It's my pleasure to introduce you to my absolute favorite cornmeal pancakes. With a lightest, fluffiest interior you can imagine and crispy edges with no hint of greasiness, these guys are about as close to perfection as it gets. Flipping requires a bit of finesse, but please don't hold that against them. We lost a couple good pancakes in the making of this dinner, and although they didn't make the photography cut, they were happily consumed.
These creamy mushrooms make the perfect, savory topping. Creamed mushrooms on toast is such a classic brunch dish, so this adaption was an obvious next step. Most recipes for creamed mushrooms call for buckets of heavy cream and hunks of butter. Although saturated fat has been vindicated, I still wouldn't recommend using these ingredients in copious amounts. Especially when there is an almost vegan way to make an equally creamy, buttery and luxurious version. The trick is using the reserved liquid from rehydrating dried mushrooms and a relatively small amount of butter. The result is a flavorful and super mushroomy sauce.
Mushrooms, being a fungus rather than a vegetable, have truly unique nutrition. Here's a look at the benefits of mushrooms:
One cup of mushrooms contains about a third of your daily needs for selenium. Selenium is an important mineral that activates antioxidant and detoxifying compounds. It also helps recycle vitamin C from it's spent to it's active form. Selenium also plays a role in thyroid health, helping to transform the hormone T4 into the more active thyroid hormone, T3. Most of the foods highest in selenium are animal foods, so mushrooms are a great addition for vegetarians, vegans or anyone reducing their intake of animal foods.
Depending on the variety, mushrooms contain about 40-75% your daily needs for copper, with wild mushrooms having the highest concentrations. Like selenium, copper plays a role in the activation of various antioxidant enzymes. It is also needed for bone and tissue structure and helps the body utilize iron to prevent anemia.
Mushrooms are a rich source of many B vitamins, especially B2, B3 and B6. B vitamins are a group of related vitamins that have diverse roles in our body. They help create new cells, are necessary for healthy metabolism and may affect mood.
More and more frequently, chronic diseases like diabetes, heart disease and cancer are being linked to inflammation. Studies have shown mushrooms reduce inflammation by blocking pro-inflammatory molecules.
Besides their anti-inflammatory benefits, mushrooms seem to also prevent cancer by promoting apoptosis, or death, of cancer cells. This seems to be especially true for hormone dependent cancers like breast and prostate cancer.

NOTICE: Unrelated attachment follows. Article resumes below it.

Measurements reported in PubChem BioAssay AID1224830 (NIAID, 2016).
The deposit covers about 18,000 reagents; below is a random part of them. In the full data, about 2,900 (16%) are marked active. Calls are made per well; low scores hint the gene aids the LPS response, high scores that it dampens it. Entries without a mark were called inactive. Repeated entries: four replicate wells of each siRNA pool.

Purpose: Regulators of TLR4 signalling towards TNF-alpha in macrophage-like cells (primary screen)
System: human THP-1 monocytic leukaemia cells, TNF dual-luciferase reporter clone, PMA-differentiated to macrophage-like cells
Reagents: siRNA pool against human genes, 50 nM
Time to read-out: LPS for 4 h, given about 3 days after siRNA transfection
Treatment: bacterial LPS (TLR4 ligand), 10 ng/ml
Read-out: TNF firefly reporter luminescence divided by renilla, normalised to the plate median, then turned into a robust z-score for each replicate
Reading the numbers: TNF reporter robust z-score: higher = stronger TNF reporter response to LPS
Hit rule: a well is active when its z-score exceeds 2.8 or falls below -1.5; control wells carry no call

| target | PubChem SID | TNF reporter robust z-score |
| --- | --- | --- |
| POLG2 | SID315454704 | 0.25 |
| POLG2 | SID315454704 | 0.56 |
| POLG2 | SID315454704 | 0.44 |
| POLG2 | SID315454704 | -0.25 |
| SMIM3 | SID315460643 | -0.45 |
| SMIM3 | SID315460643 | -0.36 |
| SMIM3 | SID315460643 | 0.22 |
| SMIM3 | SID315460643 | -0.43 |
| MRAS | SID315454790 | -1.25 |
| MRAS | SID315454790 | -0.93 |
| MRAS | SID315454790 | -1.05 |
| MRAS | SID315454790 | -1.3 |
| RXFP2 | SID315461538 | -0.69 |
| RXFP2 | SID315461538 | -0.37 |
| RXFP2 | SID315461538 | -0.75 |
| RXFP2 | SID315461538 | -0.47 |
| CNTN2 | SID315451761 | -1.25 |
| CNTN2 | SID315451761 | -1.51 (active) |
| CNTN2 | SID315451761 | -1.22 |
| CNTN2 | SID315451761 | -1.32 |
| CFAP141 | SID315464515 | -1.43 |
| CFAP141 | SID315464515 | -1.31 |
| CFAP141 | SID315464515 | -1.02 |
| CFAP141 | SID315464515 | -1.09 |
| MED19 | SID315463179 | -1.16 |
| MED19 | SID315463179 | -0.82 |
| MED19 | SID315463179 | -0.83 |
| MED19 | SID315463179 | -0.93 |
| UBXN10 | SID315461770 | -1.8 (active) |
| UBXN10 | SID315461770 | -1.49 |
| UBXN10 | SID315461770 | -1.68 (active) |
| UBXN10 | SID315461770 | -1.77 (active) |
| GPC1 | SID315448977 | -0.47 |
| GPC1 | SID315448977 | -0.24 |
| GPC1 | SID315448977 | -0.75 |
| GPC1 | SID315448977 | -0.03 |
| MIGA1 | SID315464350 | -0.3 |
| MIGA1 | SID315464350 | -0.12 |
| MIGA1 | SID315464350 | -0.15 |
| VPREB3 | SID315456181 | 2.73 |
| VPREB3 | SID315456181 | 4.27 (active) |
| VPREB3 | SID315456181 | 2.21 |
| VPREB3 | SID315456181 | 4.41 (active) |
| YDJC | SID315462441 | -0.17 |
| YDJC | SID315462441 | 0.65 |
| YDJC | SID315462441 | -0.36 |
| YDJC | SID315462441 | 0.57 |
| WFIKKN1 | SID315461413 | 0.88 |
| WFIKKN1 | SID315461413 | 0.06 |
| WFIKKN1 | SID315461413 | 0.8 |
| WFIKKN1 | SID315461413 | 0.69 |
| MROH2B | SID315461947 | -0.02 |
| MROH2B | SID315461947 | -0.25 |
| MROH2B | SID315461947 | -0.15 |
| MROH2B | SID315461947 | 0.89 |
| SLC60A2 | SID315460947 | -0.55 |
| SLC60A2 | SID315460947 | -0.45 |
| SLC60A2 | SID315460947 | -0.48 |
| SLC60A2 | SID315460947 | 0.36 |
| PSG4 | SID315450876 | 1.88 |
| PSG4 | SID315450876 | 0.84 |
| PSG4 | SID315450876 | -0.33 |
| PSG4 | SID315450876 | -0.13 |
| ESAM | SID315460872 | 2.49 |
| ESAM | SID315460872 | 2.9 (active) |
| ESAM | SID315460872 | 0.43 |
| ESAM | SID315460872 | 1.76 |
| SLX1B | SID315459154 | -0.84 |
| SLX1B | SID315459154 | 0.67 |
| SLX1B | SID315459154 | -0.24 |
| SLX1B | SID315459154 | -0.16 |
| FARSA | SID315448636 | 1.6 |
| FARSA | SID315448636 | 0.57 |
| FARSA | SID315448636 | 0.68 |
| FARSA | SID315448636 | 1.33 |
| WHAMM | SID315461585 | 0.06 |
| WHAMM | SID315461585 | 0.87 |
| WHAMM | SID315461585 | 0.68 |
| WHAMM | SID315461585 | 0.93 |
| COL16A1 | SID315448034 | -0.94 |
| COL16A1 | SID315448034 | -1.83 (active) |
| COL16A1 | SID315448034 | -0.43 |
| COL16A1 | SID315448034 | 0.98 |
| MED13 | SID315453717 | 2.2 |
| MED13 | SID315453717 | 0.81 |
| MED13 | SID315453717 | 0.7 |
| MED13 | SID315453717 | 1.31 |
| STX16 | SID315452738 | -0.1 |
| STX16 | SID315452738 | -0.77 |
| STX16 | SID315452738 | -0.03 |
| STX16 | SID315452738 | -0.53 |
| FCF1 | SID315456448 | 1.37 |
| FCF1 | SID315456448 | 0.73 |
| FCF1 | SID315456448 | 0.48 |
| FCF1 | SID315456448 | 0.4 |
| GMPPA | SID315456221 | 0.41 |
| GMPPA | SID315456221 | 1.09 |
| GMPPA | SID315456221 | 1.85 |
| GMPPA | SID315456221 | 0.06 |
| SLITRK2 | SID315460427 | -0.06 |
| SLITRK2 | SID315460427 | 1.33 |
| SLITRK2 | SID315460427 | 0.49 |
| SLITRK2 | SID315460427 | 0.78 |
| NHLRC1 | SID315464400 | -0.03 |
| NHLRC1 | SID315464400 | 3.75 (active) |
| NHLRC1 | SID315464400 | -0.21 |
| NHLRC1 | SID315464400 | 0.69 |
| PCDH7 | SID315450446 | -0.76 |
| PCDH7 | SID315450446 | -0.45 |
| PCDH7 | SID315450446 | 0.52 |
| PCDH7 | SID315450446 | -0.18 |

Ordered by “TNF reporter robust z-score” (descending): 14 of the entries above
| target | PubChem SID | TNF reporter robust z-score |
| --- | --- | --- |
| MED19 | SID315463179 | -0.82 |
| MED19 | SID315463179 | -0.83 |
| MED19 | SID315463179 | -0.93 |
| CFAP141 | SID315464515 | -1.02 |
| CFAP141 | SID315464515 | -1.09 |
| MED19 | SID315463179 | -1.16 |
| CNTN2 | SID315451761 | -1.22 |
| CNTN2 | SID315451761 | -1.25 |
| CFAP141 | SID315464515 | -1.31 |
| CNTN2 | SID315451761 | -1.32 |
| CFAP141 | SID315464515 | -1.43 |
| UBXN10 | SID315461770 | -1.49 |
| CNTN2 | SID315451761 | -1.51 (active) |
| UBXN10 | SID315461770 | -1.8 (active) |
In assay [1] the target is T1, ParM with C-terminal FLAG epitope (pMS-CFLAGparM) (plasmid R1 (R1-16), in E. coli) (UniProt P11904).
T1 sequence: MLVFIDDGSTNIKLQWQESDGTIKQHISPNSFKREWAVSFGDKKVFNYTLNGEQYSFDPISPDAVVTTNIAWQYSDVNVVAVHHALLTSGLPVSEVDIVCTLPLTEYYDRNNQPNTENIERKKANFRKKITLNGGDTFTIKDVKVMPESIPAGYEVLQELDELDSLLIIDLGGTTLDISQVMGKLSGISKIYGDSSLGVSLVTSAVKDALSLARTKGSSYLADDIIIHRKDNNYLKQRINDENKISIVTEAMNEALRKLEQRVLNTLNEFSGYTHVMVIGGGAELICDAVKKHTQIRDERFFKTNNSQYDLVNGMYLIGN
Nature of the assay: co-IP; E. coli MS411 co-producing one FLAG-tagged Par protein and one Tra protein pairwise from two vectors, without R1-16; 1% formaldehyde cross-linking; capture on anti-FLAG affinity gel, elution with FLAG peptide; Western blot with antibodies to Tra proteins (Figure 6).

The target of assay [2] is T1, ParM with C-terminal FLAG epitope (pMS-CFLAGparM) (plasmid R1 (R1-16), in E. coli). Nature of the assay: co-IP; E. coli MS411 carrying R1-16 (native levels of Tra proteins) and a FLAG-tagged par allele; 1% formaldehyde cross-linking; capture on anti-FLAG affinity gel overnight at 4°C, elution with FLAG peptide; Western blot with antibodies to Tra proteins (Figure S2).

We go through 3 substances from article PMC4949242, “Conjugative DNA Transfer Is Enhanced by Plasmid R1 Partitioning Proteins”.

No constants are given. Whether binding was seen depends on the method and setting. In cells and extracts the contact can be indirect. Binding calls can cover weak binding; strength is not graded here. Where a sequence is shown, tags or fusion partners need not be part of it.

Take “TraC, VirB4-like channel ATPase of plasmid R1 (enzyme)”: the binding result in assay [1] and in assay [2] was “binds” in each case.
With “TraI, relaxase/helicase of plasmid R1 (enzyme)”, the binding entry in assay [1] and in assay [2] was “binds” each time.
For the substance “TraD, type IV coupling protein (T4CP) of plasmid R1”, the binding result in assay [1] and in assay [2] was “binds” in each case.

With potent anti-inflammatory and antioxidant compounds, mushrooms appear to have particular benefits for cardiovascular health. Rat studies suggest regular intake of mushrooms can help lower cholesterol and triglycerides.
Wild mushrooms have the most potent health benefits, but many of these studies have been done with the homely white button mushroom. I love the flavor and textures of using a variety of wild mushrooms, but just use what you've got! I went with dried portabellos and white buttons since I'm trying to save money, but next time, you know, when I have a thriving private practice running, I'm going to try dried porcinis and fresh shiitakes.
- 1 cup stone ground cornmeal
- 1/2 cup whole grain spelt flour
- 1/2 teaspoon fine grain sea salt
- 1 teaspoon sugar
- 1 teaspoon baking powder
- 1/2 teaspoon baking soda
- 3/4 cup organic 2% milk yogurt
- 2 organic eggs
- 1/4 cup extra-virgin olive oil
- 1 cup dried mushrooms
- 2 cups water
- 1 tablespoon organic butter
- 1 tablespoon whole grain spelt flour
- 1 small yellow onion, finely diced
- 1 tablespoon extra-virgin olive oil
- 8 ounces fresh mushrooms, quartered
- 2 tablespoons dry sherry
- 1/2 teaspoon dried thyme
- Bring 2 cups of water to a boil in a small saucepan. Add dried mushrooms, turn off heat and cover. Let soak until softened, about 10 minutes. When softened, remove mushrooms with a slotted spoon and set aside. Reserve 1 cup of mushroom liquid.
- Meanwhile, whisk cornmeal, spelt flour, salt, baking powder, and baking soda together in a large bowl. In another large bowl, whisk together yogurt, eggs, and olive oil. Whisk dry ingredients into the wet ingredients and set aside. Allow batter to sit about 15 minutes before cooking.
- In a large skillet, warm butter on medium heat until it bubbles. Add flour and whisk in until there are no lumps. Add onions and stir to combine. Cook about 5 minutes until the onions are softened, but not browned. Add olive oil, mushrooms, sherry and thyme. Stir to combine. Season with salt. Slowly pour in reserved mushroom liquid, whisking to combine. Let simmer 10 minutes until creamy and most of the liquid has evaporated. Add pepper and more salt if needed.
- While the mushrooms are cooking, spray a large skillet with olive oil (I use a misto). Set heat to medium-high. When hot, add quater-cups full of batter to the skillet, being careful not to overcrowd. I was able to cook about 3 at once. Cook about 3-4 minutes on the first side, then flip and cook 2 minutes on the other. The batter won't bubble when it's ready to flip, so you might want to check to make sure it doesn't burn. Be careful when you flip. If they break apart a bit, just patch them back together.
- Divide the pancakes between four plates. Spoon the creamy mushrooms over the top and garnish with chopped, fresh parsley if desired.